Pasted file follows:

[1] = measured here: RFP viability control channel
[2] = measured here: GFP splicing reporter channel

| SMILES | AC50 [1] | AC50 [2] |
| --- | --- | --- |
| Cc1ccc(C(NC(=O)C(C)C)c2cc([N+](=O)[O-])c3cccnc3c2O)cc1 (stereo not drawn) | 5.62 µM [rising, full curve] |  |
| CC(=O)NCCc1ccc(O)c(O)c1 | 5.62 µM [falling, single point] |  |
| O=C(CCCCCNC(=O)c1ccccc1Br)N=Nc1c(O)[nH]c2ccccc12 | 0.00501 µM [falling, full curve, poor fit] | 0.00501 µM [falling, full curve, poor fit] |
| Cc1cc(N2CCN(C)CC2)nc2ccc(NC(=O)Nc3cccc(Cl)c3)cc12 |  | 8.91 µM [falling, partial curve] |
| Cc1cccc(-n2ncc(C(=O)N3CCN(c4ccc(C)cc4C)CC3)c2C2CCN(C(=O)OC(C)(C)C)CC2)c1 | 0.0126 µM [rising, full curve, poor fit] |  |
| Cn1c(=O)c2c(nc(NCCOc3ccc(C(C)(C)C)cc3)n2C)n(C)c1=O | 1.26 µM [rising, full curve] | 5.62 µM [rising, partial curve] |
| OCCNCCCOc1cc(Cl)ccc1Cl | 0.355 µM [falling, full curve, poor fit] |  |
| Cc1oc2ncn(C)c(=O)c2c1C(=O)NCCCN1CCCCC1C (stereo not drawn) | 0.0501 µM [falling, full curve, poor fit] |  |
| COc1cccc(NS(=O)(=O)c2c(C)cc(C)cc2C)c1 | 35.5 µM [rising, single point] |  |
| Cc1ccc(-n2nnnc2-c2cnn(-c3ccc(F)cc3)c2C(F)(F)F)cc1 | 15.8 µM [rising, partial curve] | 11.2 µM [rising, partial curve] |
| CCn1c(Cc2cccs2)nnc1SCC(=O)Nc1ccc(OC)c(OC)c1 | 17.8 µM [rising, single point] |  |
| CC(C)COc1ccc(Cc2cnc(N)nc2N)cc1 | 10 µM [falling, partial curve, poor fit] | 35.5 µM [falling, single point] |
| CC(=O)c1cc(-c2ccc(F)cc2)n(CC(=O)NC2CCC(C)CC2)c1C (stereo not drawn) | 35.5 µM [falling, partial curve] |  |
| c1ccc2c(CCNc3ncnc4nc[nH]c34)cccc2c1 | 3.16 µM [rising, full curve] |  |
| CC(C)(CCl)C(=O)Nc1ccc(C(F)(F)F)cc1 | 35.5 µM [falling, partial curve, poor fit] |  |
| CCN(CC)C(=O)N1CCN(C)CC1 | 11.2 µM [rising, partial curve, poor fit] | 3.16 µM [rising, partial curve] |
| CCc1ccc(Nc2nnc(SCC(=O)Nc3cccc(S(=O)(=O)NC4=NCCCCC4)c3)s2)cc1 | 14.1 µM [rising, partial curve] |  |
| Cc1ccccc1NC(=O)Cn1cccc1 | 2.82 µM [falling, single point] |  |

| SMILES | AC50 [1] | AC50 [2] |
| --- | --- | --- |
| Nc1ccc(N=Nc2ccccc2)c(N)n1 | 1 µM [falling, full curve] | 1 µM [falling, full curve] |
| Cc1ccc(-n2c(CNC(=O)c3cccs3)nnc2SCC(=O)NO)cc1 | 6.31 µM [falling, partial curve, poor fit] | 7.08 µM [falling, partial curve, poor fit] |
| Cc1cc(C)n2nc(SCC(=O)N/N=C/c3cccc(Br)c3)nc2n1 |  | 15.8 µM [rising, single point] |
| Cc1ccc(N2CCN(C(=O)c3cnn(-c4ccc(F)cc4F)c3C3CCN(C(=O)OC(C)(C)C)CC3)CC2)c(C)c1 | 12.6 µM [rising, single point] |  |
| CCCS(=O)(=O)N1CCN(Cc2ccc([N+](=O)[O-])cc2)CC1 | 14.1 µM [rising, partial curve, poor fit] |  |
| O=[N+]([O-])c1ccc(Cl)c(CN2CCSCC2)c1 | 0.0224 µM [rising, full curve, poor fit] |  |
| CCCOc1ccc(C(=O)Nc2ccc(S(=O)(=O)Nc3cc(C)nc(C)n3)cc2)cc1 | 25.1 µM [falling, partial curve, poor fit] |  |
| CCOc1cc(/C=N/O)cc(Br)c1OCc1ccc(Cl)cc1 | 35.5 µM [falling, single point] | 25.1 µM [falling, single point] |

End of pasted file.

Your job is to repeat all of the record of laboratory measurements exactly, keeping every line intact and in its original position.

[1] = measured here: RFP viability control channel
[2] = measured here: GFP splicing reporter channel

| SMILES | AC50 [1] | AC50 [2] |
| --- | --- | --- |
| Cc1ccc(C(NC(=O)C(C)C)c2cc([N+](=O)[O-])c3cccnc3c2O)cc1 (stereo not drawn) | 5.62 µM [rising, full curve] |  |
| CC(=O)NCCc1ccc(O)c(O)c1 | 5.62 µM [falling, single point] |  |
| O=C(CCCCCNC(=O)c1ccccc1Br)N=Nc1c(O)[nH]c2ccccc12 | 0.00501 µM [falling, full curve, poor fit] | 0.00501 µM [falling, full curve, poor fit] |
| Cc1cc(N2CCN(C)CC2)nc2ccc(NC(=O)Nc3cccc(Cl)c3)cc12 |  | 8.91 µM [falling, partial curve] |
| Cc1cccc(-n2ncc(C(=O)N3CCN(c4ccc(C)cc4C)CC3)c2C2CCN(C(=O)OC(C)(C)C)CC2)c1 | 0.0126 µM [rising, full curve, poor fit] |  |
| Cn1c(=O)c2c(nc(NCCOc3ccc(C(C)(C)C)cc3)n2C)n(C)c1=O | 1.26 µM [rising, full curve] | 5.62 µM [rising, partial curve] |
| OCCNCCCOc1cc(Cl)ccc1Cl | 0.355 µM [falling, full curve, poor fit] |  |
| Cc1oc2ncn(C)c(=O)c2c1C(=O)NCCCN1CCCCC1C (stereo not drawn) | 0.0501 µM [falling, full curve, poor fit] |  |
| COc1cccc(NS(=O)(=O)c2c(C)cc(C)cc2C)c1 | 35.5 µM [rising, single point] |  |
| Cc1ccc(-n2nnnc2-c2cnn(-c3ccc(F)cc3)c2C(F)(F)F)cc1 | 15.8 µM [rising, partial curve] | 11.2 µM [rising, partial curve] |
| CCn1c(Cc2cccs2)nnc1SCC(=O)Nc1ccc(OC)c(OC)c1 | 17.8 µM [rising, single point] |  |
| CC(C)COc1ccc(Cc2cnc(N)nc2N)cc1 | 10 µM [falling, partial curve, poor fit] | 35.5 µM [falling, single point] |
| CC(=O)c1cc(-c2ccc(F)cc2)n(CC(=O)NC2CCC(C)CC2)c1C (stereo not drawn) | 35.5 µM [falling, partial curve] |  |
| c1ccc2c(CCNc3ncnc4nc[nH]c34)cccc2c1 | 3.16 µM [rising, full curve] |  |
| CC(C)(CCl)C(=O)Nc1ccc(C(F)(F)F)cc1 | 35.5 µM [falling, partial curve, poor fit] |  |
| CCN(CC)C(=O)N1CCN(C)CC1 | 11.2 µM [rising, partial curve, poor fit] | 3.16 µM [rising, partial curve] |
| CCc1ccc(Nc2nnc(SCC(=O)Nc3cccc(S(=O)(=O)NC4=NCCCCC4)c3)s2)cc1 | 14.1 µM [rising, partial curve] |  |
| Cc1ccccc1NC(=O)Cn1cccc1 | 2.82 µM [falling, single point] |  |

| SMILES | AC50 [1] | AC50 [2] |
| --- | --- | --- |
| Nc1ccc(N=Nc2ccccc2)c(N)n1 | 1 µM [falling, full curve] | 1 µM [falling, full curve] |
| Cc1ccc(-n2c(CNC(=O)c3cccs3)nnc2SCC(=O)NO)cc1 | 6.31 µM [falling, partial curve, poor fit] | 7.08 µM [falling, partial curve, poor fit] |
| Cc1cc(C)n2nc(SCC(=O)N/N=C/c3cccc(Br)c3)nc2n1 |  | 15.8 µM [rising, single point] |
| Cc1ccc(N2CCN(C(=O)c3cnn(-c4ccc(F)cc4F)c3C3CCN(C(=O)OC(C)(C)C)CC3)CC2)c(C)c1 | 12.6 µM [rising, single point] |  |
| CCCS(=O)(=O)N1CCN(Cc2ccc([N+](=O)[O-])cc2)CC1 | 14.1 µM [rising, partial curve, poor fit] |  |
| O=[N+]([O-])c1ccc(Cl)c(CN2CCSCC2)c1 | 0.0224 µM [rising, full curve, poor fit] |  |
| CCCOc1ccc(C(=O)Nc2ccc(S(=O)(=O)Nc3cc(C)nc(C)n3)cc2)cc1 | 25.1 µM [falling, partial curve, poor fit] |  |
| CCOc1cc(/C=N/O)cc(Br)c1OCc1ccc(Cl)cc1 | 35.5 µM [falling, single point] | 25.1 µM [falling, single point] |